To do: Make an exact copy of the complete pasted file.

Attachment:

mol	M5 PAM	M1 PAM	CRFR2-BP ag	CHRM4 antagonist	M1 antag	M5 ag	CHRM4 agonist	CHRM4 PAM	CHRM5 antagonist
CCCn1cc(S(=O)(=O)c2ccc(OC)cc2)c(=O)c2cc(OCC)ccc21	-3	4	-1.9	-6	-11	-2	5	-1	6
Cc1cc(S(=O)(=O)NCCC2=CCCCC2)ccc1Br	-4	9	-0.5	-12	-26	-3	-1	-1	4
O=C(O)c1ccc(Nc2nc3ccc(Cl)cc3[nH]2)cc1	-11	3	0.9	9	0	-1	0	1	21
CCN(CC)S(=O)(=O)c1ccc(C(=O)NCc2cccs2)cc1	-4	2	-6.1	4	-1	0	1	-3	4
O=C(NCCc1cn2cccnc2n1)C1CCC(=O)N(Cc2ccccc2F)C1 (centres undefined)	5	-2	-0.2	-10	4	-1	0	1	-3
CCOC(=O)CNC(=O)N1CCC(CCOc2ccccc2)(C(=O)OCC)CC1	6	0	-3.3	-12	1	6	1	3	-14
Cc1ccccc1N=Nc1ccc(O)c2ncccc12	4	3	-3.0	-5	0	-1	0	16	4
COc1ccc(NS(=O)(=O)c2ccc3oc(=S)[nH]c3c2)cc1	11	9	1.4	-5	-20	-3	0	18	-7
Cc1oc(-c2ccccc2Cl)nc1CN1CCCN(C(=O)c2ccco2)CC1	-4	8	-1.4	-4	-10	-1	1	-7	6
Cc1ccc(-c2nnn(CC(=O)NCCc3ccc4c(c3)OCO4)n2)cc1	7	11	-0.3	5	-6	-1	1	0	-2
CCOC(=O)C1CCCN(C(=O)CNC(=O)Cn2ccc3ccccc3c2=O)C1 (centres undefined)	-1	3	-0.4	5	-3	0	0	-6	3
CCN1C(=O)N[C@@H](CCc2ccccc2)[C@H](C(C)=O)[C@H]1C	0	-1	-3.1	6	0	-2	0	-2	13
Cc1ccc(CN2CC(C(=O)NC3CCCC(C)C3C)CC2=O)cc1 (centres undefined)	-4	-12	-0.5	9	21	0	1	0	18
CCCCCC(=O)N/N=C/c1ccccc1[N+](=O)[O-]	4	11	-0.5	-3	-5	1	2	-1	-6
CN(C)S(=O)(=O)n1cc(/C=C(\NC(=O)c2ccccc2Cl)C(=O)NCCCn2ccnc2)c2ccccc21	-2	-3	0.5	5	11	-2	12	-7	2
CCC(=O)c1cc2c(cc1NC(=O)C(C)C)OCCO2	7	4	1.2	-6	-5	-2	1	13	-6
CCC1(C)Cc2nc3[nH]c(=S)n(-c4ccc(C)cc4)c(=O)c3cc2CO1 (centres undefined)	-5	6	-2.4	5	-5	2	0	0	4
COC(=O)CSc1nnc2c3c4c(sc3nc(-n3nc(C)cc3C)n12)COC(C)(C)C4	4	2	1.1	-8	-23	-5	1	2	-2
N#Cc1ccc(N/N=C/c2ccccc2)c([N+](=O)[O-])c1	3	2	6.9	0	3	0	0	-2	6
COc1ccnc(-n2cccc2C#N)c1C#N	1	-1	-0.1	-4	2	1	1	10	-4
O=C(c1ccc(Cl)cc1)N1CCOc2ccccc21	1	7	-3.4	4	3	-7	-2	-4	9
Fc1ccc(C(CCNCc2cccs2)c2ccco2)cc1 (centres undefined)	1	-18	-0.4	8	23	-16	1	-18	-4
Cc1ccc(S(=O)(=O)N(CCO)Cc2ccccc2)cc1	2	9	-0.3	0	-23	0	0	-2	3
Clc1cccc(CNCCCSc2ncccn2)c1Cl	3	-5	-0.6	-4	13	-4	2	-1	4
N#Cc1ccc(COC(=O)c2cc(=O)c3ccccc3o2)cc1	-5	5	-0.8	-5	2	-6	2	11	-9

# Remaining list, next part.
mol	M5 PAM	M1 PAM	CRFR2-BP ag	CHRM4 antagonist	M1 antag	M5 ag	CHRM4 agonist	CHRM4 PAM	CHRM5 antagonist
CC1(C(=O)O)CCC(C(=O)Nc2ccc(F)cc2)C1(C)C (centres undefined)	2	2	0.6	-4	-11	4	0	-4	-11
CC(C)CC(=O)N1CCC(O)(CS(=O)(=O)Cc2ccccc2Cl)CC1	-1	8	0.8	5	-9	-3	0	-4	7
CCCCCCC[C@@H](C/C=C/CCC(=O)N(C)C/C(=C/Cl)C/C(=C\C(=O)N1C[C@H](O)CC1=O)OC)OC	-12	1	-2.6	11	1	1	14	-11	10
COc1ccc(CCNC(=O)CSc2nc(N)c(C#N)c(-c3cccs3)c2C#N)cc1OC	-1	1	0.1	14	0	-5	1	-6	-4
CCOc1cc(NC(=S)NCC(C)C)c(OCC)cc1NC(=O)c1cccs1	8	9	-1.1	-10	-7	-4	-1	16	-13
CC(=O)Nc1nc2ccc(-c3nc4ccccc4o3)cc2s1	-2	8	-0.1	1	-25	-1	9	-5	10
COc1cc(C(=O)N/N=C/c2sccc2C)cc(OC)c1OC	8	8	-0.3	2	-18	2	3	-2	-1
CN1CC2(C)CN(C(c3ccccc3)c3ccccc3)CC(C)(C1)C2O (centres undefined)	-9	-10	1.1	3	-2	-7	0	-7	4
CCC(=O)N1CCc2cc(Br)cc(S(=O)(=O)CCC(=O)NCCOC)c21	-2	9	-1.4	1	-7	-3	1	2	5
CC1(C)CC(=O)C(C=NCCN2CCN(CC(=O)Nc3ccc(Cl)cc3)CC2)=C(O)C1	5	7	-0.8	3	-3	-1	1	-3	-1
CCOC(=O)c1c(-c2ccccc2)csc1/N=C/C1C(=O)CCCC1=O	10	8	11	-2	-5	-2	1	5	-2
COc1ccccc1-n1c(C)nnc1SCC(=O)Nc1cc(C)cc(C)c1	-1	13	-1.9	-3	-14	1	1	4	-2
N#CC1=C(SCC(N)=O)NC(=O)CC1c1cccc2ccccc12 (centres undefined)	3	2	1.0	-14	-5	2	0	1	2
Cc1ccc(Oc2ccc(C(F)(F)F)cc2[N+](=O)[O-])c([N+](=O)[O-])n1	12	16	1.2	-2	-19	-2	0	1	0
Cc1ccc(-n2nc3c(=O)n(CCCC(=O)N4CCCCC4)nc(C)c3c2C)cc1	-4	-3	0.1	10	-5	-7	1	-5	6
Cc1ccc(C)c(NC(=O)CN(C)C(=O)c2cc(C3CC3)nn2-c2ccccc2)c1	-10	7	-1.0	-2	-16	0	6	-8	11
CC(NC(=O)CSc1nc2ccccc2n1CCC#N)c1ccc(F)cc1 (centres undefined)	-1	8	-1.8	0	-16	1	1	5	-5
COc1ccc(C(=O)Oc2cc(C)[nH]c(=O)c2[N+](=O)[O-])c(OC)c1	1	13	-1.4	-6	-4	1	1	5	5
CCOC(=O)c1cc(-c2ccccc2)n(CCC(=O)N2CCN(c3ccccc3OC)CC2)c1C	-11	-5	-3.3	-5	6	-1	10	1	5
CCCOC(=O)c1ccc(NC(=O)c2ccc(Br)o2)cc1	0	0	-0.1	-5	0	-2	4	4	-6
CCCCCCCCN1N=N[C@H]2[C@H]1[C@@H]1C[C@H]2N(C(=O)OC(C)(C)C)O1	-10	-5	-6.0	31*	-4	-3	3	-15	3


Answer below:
mol	M5 PAM	M1 PAM	CRFR2-BP ag	CHRM4 antagonist	M1 antag	M5 ag	CHRM4 agonist	CHRM4 PAM	CHRM5 antagonist
CCCn1cc(S(=O)(=O)c2ccc(OC)cc2)c(=O)c2cc(OCC)ccc21	-3	4	-1.9	-6	-11	-2	5	-1	6
Cc1cc(S(=O)(=O)NCCC2=CCCCC2)ccc1Br	-4	9	-0.5	-12	-26	-3	-1	-1	4
O=C(O)c1ccc(Nc2nc3ccc(Cl)cc3[nH]2)cc1	-11	3	0.9	9	0	-1	0	1	21
CCN(CC)S(=O)(=O)c1ccc(C(=O)NCc2cccs2)cc1	-4	2	-6.1	4	-1	0	1	-3	4
O=C(NCCc1cn2cccnc2n1)C1CCC(=O)N(Cc2ccccc2F)C1 (centres undefined)	5	-2	-0.2	-10	4	-1	0	1	-3
CCOC(=O)CNC(=O)N1CCC(CCOc2ccccc2)(C(=O)OCC)CC1	6	0	-3.3	-12	1	6	1	3	-14
Cc1ccccc1N=Nc1ccc(O)c2ncccc12	4	3	-3.0	-5	0	-1	0	16	4
COc1ccc(NS(=O)(=O)c2ccc3oc(=S)[nH]c3c2)cc1	11	9	1.4	-5	-20	-3	0	18	-7
Cc1oc(-c2ccccc2Cl)nc1CN1CCCN(C(=O)c2ccco2)CC1	-4	8	-1.4	-4	-10	-1	1	-7	6
Cc1ccc(-c2nnn(CC(=O)NCCc3ccc4c(c3)OCO4)n2)cc1	7	11	-0.3	5	-6	-1	1	0	-2
CCOC(=O)C1CCCN(C(=O)CNC(=O)Cn2ccc3ccccc3c2=O)C1 (centres undefined)	-1	3	-0.4	5	-3	0	0	-6	3
CCN1C(=O)N[C@@H](CCc2ccccc2)[C@H](C(C)=O)[C@H]1C	0	-1	-3.1	6	0	-2	0	-2	13
Cc1ccc(CN2CC(C(=O)NC3CCCC(C)C3C)CC2=O)cc1 (centres undefined)	-4	-12	-0.5	9	21	0	1	0	18
CCCCCC(=O)N/N=C/c1ccccc1[N+](=O)[O-]	4	11	-0.5	-3	-5	1	2	-1	-6
CN(C)S(=O)(=O)n1cc(/C=C(\NC(=O)c2ccccc2Cl)C(=O)NCCCn2ccnc2)c2ccccc21	-2	-3	0.5	5	11	-2	12	-7	2
CCC(=O)c1cc2c(cc1NC(=O)C(C)C)OCCO2	7	4	1.2	-6	-5	-2	1	13	-6
CCC1(C)Cc2nc3[nH]c(=S)n(-c4ccc(C)cc4)c(=O)c3cc2CO1 (centres undefined)	-5	6	-2.4	5	-5	2	0	0	4
COC(=O)CSc1nnc2c3c4c(sc3nc(-n3nc(C)cc3C)n12)COC(C)(C)C4	4	2	1.1	-8	-23	-5	1	2	-2
N#Cc1ccc(N/N=C/c2ccccc2)c([N+](=O)[O-])c1	3	2	6.9	0	3	0	0	-2	6
COc1ccnc(-n2cccc2C#N)c1C#N	1	-1	-0.1	-4	2	1	1	10	-4
O=C(c1ccc(Cl)cc1)N1CCOc2ccccc21	1	7	-3.4	4	3	-7	-2	-4	9
Fc1ccc(C(CCNCc2cccs2)c2ccco2)cc1 (centres undefined)	1	-18	-0.4	8	23	-16	1	-18	-4
Cc1ccc(S(=O)(=O)N(CCO)Cc2ccccc2)cc1	2	9	-0.3	0	-23	0	0	-2	3
Clc1cccc(CNCCCSc2ncccn2)c1Cl	3	-5	-0.6	-4	13	-4	2	-1	4
N#Cc1ccc(COC(=O)c2cc(=O)c3ccccc3o2)cc1	-5	5	-0.8	-5	2	-6	2	11	-9

# Remaining list, next part.
mol	M5 PAM	M1 PAM	CRFR2-BP ag	CHRM4 antagonist	M1 antag	M5 ag	CHRM4 agonist	CHRM4 PAM	CHRM5 antagonist
CC1(C(=O)O)CCC(C(=O)Nc2ccc(F)cc2)C1(C)C (centres undefined)	2	2	0.6	-4	-11	4	0	-4	-11
CC(C)CC(=O)N1CCC(O)(CS(=O)(=O)Cc2ccccc2Cl)CC1	-1	8	0.8	5	-9	-3	0	-4	7
CCCCCCC[C@@H](C/C=C/CCC(=O)N(C)C/C(=C/Cl)C/C(=C\C(=O)N1C[C@H](O)CC1=O)OC)OC	-12	1	-2.6	11	1	1	14	-11	10
COc1ccc(CCNC(=O)CSc2nc(N)c(C#N)c(-c3cccs3)c2C#N)cc1OC	-1	1	0.1	14	0	-5	1	-6	-4
CCOc1cc(NC(=S)NCC(C)C)c(OCC)cc1NC(=O)c1cccs1	8	9	-1.1	-10	-7	-4	-1	16	-13
CC(=O)Nc1nc2ccc(-c3nc4ccccc4o3)cc2s1	-2	8	-0.1	1	-25	-1	9	-5	10
COc1cc(C(=O)N/N=C/c2sccc2C)cc(OC)c1OC	8	8	-0.3	2	-18	2	3	-2	-1
CN1CC2(C)CN(C(c3ccccc3)c3ccccc3)CC(C)(C1)C2O (centres undefined)	-9	-10	1.1	3	-2	-7	0	-7	4
CCC(=O)N1CCc2cc(Br)cc(S(=O)(=O)CCC(=O)NCCOC)c21	-2	9	-1.4	1	-7	-3	1	2	5
CC1(C)CC(=O)C(C=NCCN2CCN(CC(=O)Nc3ccc(Cl)cc3)CC2)=C(O)C1	5	7	-0.8	3	-3	-1	1	-3	-1
CCOC(=O)c1c(-c2ccccc2)csc1/N=C/C1C(=O)CCCC1=O	10	8	11	-2	-5	-2	1	5	-2
COc1ccccc1-n1c(C)nnc1SCC(=O)Nc1cc(C)cc(C)c1	-1	13	-1.9	-3	-14	1	1	4	-2
N#CC1=C(SCC(N)=O)NC(=O)CC1c1cccc2ccccc12 (centres undefined)	3	2	1.0	-14	-5	2	0	1	2
Cc1ccc(Oc2ccc(C(F)(F)F)cc2[N+](=O)[O-])c([N+](=O)[O-])n1	12	16	1.2	-2	-19	-2	0	1	0
Cc1ccc(-n2nc3c(=O)n(CCCC(=O)N4CCCCC4)nc(C)c3c2C)cc1	-4	-3	0.1	10	-5	-7	1	-5	6
Cc1ccc(C)c(NC(=O)CN(C)C(=O)c2cc(C3CC3)nn2-c2ccccc2)c1	-10	7	-1.0	-2	-16	0	6	-8	11
CC(NC(=O)CSc1nc2ccccc2n1CCC#N)c1ccc(F)cc1 (centres undefined)	-1	8	-1.8	0	-16	1	1	5	-5
COc1ccc(C(=O)Oc2cc(C)[nH]c(=O)c2[N+](=O)[O-])c(OC)c1	1	13	-1.4	-6	-4	1	1	5	5
CCOC(=O)c1cc(-c2ccccc2)n(CCC(=O)N2CCN(c3ccccc3OC)CC2)c1C	-11	-5	-3.3	-5	6	-1	10	1	5
CCCOC(=O)c1ccc(NC(=O)c2ccc(Br)o2)cc1	0	0	-0.1	-5	0	-2	4	4	-6
CCCCCCCCN1N=N[C@H]2[C@H]1[C@@H]1C[C@H]2N(C(=O)OC(C)(C)C)O1	-10	-5	-6.0	31*	-4	-3	3	-15	3